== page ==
Comments on the readings…

Posted: February 13, 2012 by mahmerkhan in Feb 15

The Craft of Glass:

 

In Rain’s article, Celtic Kitsch: Irish-American and Irish Material Culture, there is importance given to the authenticity of an object that is produced from “another place.” This other place being Ireland and this object being glassware. Rain goes on further explaining that the shopping of a diasporic good is in someways obtaining a piece of culture that is out of place, he uses the phrase “consumption of diasporic goods through mobility.” What would be normal house ware in Ireland becomes a connection to a far away place that has an exotic story. Case specific, glassware, pottery, fabrics such as linen and traditional music instruments or even sporting goods. The importance is placed not only on the good but the story of that good…the making of it, the craftsmanship involved, the timeless of the materials and most importantly, how its been used in an authentic manner ‘ A true representation of the culture.‘ Here lies the problem: the commodification of that object becomes a path to being culturally enlightened, essentially making a culture for sale.

 

I agree with what Rain explains in his article. An object obtains an increased value once out of context and more importantly, that object holds a story to it. The story is what makes or breaks the object’s value to the buyer. If an object holds a connection to a time and place or reflects an authentic interpretation of a culture then it become a diasporic good. However, does the object need to be out of place? When tourists go to countries, many of them buy their trinkets and material good from tourist markets. Haga Sophia in Turkey is a perfect example. It is a historic place that sells goods for diasporic purposes…to remind someone of a place, time or culture. My question for the class is:

 

Can one really experience a culture by buying “authentic items”?

 

The Story on the Story Book:

 

Marianne Hirsch and Leo Spitzer have made some very interesting arguments in their article Testimonial objects: Memory, Gender, and Transmission. The article uses items that makes connection between past and present. In essence, the object acts as gateway to the past. They also view the items through a feminists perspective analyzing how objects are interpreted and represent the female gender. They have began their argument through a recipe book that was originally made during the second World War under a concentration camp. This recipe book contains the recipes of what some women would make during that time of what they had. Forty years later it has become a historical account of what it meant to cook during the 1940’s under war. Many people of the area use this recipe book as a means of connecting with that time and place through cooking. The second item they use is a small hand sized book that is mainly composed up of pictures. It is the pictures that create the story and thus the interpretation of that story. In this article, it is a story of a doctor who is in the camps diagnosing patients who have lathyrismus disease from food poisoning.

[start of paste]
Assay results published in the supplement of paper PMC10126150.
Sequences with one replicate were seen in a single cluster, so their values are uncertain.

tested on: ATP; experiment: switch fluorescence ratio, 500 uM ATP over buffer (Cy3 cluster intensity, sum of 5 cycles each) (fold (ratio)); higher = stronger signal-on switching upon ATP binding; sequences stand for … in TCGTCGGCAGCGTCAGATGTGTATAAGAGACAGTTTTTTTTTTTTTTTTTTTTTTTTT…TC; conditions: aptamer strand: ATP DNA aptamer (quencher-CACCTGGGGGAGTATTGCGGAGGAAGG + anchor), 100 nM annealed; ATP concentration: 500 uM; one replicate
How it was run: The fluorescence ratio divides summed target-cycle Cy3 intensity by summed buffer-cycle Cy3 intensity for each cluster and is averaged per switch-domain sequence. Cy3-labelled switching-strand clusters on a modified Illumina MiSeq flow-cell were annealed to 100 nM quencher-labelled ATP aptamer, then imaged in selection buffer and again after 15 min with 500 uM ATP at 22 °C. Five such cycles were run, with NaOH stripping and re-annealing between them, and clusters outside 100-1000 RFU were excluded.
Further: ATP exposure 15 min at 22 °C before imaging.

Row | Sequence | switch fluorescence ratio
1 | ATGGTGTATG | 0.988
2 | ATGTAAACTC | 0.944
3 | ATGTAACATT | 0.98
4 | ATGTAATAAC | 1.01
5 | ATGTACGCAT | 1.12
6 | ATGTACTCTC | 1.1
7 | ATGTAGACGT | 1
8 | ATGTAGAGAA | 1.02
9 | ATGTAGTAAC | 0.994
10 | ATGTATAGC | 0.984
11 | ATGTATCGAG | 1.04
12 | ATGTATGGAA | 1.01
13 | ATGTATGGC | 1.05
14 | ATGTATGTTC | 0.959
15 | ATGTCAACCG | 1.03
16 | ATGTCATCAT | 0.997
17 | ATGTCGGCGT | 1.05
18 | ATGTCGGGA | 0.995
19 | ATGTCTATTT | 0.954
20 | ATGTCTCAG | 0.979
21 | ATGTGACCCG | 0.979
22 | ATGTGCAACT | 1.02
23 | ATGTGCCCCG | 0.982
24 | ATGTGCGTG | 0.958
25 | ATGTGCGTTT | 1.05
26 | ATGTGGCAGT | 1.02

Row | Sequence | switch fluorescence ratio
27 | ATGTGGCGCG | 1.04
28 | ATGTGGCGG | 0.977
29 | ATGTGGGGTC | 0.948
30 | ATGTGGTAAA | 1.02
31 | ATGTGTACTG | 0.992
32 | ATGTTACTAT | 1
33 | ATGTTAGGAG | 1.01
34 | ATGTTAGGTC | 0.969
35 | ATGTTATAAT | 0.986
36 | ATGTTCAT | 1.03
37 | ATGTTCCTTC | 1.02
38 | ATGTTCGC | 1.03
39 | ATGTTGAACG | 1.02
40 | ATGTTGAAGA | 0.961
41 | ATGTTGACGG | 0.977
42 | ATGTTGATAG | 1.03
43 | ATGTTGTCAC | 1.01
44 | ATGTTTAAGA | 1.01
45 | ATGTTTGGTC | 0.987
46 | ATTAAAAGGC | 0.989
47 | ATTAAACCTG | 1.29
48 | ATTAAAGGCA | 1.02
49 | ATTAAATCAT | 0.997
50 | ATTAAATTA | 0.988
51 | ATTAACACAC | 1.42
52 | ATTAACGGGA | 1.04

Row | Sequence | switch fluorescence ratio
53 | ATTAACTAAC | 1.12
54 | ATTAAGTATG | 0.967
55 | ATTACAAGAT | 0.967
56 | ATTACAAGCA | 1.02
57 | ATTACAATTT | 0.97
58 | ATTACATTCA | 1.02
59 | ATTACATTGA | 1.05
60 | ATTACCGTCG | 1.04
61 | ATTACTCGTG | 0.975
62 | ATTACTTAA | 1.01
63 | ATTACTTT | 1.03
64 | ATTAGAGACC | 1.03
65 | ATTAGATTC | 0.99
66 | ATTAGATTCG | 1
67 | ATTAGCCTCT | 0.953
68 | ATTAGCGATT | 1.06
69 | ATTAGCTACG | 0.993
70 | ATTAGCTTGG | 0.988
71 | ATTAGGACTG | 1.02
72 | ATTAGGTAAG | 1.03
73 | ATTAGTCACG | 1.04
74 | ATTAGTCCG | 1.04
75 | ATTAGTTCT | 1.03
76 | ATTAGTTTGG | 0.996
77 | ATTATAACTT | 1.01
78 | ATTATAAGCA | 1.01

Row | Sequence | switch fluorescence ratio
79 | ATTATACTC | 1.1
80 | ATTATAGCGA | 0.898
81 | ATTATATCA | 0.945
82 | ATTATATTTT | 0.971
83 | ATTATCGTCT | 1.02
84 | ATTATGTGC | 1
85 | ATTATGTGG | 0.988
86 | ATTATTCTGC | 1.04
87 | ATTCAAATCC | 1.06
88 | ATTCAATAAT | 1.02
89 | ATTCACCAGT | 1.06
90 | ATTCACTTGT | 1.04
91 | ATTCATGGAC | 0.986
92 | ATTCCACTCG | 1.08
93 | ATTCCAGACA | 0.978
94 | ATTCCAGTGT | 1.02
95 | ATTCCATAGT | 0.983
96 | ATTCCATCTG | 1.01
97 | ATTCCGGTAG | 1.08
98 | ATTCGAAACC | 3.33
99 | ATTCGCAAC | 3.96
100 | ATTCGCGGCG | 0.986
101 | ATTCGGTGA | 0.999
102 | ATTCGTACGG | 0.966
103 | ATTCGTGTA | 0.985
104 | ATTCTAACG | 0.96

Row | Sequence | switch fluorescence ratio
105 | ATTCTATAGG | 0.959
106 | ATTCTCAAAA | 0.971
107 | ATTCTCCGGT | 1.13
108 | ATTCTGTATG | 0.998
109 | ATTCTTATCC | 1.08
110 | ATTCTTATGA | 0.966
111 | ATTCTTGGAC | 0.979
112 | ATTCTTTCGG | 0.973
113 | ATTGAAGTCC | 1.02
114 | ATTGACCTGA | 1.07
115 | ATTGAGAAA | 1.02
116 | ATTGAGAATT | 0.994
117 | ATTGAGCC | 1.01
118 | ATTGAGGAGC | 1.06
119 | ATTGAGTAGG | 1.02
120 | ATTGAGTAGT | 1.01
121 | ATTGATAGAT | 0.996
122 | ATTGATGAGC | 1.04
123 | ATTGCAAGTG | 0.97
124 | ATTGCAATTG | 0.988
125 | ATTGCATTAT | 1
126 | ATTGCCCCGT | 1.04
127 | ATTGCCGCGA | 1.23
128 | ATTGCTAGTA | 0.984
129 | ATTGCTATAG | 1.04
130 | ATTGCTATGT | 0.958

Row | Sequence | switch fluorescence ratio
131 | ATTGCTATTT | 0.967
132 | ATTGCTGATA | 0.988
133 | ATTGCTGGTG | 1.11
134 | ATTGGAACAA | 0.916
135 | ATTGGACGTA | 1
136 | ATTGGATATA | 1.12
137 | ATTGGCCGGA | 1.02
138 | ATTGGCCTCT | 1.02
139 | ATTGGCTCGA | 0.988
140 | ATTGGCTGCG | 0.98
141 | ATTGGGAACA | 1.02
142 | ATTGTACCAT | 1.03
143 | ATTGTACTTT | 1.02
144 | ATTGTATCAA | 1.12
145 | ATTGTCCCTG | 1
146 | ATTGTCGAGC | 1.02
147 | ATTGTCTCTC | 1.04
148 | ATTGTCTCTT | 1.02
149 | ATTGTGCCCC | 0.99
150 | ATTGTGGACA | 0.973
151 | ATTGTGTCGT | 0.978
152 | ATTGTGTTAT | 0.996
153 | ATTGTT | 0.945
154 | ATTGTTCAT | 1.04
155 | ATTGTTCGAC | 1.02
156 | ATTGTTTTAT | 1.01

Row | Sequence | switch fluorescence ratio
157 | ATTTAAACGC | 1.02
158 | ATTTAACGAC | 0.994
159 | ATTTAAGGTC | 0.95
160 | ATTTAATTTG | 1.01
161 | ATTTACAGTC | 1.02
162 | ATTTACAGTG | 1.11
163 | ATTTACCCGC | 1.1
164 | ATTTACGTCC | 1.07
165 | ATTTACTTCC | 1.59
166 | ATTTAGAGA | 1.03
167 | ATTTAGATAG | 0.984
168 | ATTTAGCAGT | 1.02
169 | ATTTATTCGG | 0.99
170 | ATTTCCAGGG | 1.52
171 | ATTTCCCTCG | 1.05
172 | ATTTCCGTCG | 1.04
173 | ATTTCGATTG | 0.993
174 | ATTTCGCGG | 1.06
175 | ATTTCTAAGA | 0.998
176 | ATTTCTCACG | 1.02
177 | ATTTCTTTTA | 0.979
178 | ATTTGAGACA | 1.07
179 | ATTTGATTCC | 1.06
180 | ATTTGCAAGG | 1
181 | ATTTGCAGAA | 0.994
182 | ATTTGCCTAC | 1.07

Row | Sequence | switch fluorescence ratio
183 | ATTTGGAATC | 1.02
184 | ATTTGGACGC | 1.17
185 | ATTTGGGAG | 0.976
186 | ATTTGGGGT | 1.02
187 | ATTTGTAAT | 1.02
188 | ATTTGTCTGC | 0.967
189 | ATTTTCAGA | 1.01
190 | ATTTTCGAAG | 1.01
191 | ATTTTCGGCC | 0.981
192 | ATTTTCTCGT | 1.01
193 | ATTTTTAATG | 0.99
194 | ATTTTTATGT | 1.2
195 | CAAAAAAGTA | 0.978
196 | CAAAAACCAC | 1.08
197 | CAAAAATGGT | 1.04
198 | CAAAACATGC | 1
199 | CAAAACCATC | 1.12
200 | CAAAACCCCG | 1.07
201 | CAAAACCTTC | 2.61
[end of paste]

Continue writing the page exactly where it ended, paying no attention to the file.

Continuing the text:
Both books are forms of resistance. Both books metaphorically hold on to their identities regardless of how hard the surrounding environments are. The audience is drawn in because these two books provide detailed accounts of what happened. Not only are they authentic interpretations of what happened, they have an emotional sentiment of pain. That pain is taken in as a part of the Jewish identity. It is that story of going through such a tragedy that makes it so much more than just a book. It is written during a time where if one was caught with such a document, imminent execution would be the result.

 

What I find interesting is that the recipe book and the picture book both hold a perspective but from a different angle. The recipe book was written by a female for a female and is later celebrated and enacted through the female diaspora. The picture book has pictures that have an event, metaphor and memory ordeal. What I mean by this is that there is an event, a metaphor associated with this and then the memory of such event. There is also a very large aspect on interpretation of the picture book. The recipe is much more straightforward where as the picture book is up to the audience.

 

What makes the picture a collective interpretation?

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